Japanese start-up helping ‘delinquents’ compete against college graduates for city jobs with new internship

The company Hassyadai has so far helped 100 youth from outside Tokyo to land employment

PUBLISHED : Saturday, 02 December, 2017, 7:59pm
UPDATED : Saturday, 02 December, 2017, 9:44pm

A Tokyo start-up is generating buzz with a new internship programme to connect non-college graduates – many of whom are considered delinquent youth – with companies in the grips of a deepening labour shortage.

Hassyadai’s project is aimed at helping graduates of high schools and junior high schools outside Tokyo gain access to employment information and job choices, allowing them an opportunity to hold their own against college graduates.

Client companies have given the programme high approval. Since starting the project in the fall of last year, Hassyadai has trained about 100 young jobseekers.

Dubbed the “Yankee internship”, the programme, whose participants range in age from 16 to 22, is unique in that it includes the category of Yankee – Japanese slang for delinquent youth.

Such juveniles are popular as potential workers among companies in need of staff because although they “are wayward they have guts,” Hassyadai says.

“Many of them are actually quite earnest,” said Shigeto Hashimoto, 26, a company director.

In late September, Hassyadai held the internship for about 30 trainees at its office in Tokyo’s Shibuya Ward.

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“You shouldn’t be satisfied just by taking part in the programme,” Hirofumi Ueda, 33, an adviser to Hassyadai, told them. “You need to imagine how you wish to grow.”

Hassyadai provides trainees with accommodation in Tokyo, as well as lessons in English conversation, programming and business etiquette. On weekdays, the trainees sell internet connections door-to-door.

Ueda said a key was getting trainees to open up.

“We aim to have trainees frankly express their opinions to help them realise what they understand and the issues they need to work on.”

Hashimoto said the firm’s goal was “to narrow the information gap” between these youth and university graduates from the city.

Masahiro Takeda, 20, has been in the programme since July. He graduated from a technical high school in coastal city of Toyama two years ago and started working at a factory run by a major company. But he decided to quit as he found the seniority system and monotonous work at his job unrewarding. He joined Hassyadai’s programme seeking a better opportunity.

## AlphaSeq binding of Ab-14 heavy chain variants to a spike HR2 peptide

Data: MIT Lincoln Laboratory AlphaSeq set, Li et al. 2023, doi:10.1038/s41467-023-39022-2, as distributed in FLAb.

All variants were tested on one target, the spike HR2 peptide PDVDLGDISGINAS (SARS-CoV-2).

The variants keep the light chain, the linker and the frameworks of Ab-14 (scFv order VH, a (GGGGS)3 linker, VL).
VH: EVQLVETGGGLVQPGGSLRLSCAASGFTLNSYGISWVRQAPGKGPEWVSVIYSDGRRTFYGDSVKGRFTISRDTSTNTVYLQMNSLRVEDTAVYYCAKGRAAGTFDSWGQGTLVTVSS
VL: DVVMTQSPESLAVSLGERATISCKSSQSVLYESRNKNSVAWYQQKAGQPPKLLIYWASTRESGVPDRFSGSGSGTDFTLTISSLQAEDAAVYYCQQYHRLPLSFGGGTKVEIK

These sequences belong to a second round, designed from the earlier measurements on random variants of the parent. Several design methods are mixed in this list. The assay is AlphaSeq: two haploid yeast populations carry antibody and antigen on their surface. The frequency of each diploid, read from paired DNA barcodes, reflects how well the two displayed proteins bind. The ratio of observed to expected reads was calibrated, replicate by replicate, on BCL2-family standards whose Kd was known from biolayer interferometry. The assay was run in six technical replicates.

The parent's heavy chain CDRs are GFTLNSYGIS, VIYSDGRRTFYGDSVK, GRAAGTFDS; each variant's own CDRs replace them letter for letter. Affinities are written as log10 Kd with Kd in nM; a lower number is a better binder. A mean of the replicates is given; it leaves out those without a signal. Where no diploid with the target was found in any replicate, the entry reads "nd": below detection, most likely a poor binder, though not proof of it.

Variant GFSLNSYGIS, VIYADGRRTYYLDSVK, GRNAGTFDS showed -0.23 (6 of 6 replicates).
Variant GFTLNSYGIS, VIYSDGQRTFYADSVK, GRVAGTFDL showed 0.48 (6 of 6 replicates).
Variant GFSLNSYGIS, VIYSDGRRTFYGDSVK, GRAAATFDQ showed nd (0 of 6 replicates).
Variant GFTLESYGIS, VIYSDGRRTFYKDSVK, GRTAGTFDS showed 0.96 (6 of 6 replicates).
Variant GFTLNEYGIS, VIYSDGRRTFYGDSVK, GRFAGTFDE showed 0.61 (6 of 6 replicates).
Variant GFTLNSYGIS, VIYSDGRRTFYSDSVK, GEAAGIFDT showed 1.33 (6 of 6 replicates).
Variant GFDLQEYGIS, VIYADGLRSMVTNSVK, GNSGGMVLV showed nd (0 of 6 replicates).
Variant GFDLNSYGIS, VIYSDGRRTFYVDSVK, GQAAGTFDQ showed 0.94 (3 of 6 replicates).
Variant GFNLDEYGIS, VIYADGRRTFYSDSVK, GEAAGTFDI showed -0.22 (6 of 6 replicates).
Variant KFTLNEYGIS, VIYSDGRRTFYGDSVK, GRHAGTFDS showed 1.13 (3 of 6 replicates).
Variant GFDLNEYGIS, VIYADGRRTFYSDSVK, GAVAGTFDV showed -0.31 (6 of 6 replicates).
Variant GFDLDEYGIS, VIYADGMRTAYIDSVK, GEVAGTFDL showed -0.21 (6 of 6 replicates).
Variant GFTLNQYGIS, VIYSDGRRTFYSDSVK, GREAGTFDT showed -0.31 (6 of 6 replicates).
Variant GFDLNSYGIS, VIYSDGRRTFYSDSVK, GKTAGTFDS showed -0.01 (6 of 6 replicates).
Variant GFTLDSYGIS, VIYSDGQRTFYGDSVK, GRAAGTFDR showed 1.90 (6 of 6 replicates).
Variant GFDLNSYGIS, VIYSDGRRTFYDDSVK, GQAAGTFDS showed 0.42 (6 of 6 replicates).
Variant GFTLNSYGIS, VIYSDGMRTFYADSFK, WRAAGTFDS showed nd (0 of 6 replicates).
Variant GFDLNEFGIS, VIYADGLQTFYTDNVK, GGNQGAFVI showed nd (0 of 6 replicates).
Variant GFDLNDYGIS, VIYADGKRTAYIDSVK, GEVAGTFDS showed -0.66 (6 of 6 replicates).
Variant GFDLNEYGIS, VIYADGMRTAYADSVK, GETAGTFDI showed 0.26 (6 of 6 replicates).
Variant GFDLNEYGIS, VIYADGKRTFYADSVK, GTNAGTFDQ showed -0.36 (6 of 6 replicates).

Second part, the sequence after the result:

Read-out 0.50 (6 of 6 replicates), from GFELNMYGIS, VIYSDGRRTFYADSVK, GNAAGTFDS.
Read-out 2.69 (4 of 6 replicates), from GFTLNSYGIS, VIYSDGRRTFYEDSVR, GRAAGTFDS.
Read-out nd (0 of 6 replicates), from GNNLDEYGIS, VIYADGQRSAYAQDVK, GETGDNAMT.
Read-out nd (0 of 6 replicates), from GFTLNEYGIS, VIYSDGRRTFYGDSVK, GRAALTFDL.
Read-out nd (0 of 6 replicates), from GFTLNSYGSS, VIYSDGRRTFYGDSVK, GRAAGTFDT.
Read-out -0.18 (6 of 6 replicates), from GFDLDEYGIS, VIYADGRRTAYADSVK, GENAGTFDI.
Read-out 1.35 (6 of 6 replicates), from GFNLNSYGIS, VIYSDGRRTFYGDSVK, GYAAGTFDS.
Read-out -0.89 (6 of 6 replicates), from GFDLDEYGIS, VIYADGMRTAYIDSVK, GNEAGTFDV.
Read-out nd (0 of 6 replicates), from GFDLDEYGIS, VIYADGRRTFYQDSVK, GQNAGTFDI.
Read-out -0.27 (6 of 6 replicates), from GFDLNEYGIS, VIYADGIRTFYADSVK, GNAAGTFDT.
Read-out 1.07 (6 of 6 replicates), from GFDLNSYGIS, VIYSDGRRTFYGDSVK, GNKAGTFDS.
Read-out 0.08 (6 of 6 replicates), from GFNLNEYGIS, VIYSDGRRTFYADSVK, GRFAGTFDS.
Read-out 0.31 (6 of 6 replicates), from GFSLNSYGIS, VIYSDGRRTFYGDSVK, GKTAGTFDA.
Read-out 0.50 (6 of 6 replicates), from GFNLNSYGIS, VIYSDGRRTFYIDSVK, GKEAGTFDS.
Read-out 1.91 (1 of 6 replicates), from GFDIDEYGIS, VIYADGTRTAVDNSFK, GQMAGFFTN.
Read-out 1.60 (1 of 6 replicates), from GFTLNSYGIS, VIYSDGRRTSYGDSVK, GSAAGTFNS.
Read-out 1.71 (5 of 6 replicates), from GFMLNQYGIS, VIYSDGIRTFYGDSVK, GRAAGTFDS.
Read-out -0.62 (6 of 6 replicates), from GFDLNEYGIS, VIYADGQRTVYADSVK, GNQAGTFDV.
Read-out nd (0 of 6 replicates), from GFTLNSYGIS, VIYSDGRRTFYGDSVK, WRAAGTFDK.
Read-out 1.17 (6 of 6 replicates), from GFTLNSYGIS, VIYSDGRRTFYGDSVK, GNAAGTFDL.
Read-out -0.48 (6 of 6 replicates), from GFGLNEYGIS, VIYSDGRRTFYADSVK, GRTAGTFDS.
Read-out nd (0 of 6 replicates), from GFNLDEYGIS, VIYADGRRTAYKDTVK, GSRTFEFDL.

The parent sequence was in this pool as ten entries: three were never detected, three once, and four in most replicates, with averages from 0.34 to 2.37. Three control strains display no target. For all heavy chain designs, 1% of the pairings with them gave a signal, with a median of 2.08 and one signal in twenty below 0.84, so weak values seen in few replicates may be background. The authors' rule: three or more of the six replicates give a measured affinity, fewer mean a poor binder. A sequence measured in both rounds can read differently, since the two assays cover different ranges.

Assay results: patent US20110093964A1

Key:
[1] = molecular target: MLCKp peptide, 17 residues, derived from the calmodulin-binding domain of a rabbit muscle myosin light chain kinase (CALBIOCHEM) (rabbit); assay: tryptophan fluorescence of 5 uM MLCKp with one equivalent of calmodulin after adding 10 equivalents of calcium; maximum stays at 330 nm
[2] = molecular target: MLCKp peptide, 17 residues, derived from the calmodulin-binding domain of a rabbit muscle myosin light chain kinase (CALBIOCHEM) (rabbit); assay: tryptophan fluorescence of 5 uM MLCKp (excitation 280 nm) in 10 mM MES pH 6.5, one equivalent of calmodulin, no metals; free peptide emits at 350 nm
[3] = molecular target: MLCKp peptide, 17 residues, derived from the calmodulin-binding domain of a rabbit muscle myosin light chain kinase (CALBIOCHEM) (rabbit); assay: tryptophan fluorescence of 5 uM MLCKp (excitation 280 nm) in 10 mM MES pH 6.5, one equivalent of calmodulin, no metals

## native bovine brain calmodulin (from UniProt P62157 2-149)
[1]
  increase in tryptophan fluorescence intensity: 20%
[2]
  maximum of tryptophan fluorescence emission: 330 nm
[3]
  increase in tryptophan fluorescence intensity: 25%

“I hope to work with ambitious peers and start my own business in the future,” Takeda said.

Hassyadai said it receives dozens of inquiries from companies about the programme, which has gained a following among client companies mainly through word of mouth.

An official of a staffing agency that hired a Hassyadai trainee as full-time employee in October said: “They are hungrier than college graduates who take choosing companies for granted. What’s great about them is that they are young and energetic.”

Only about 400,000 new college graduates are employed each year, although the population of those in their 20s is more than 1 million per academic year – meaning more than half of the youth are non-college graduates, including those from junior college and vocational schools.

A survey by the education ministry showed that over 98 per cent of the 188,000 people who graduated from senior high schools in the previous academic year ended in March were employed. But less than 60 per cent of high school graduates stay at the same company three years later, according to statistics.

Yukie Hori, a chief researcher at the Japan Institute for Labor Policy and Training, said: “An increasing number of companies are interested in hiring high school graduates since they can proactively train them early on to fit their business. This demand is likely to continue growing.”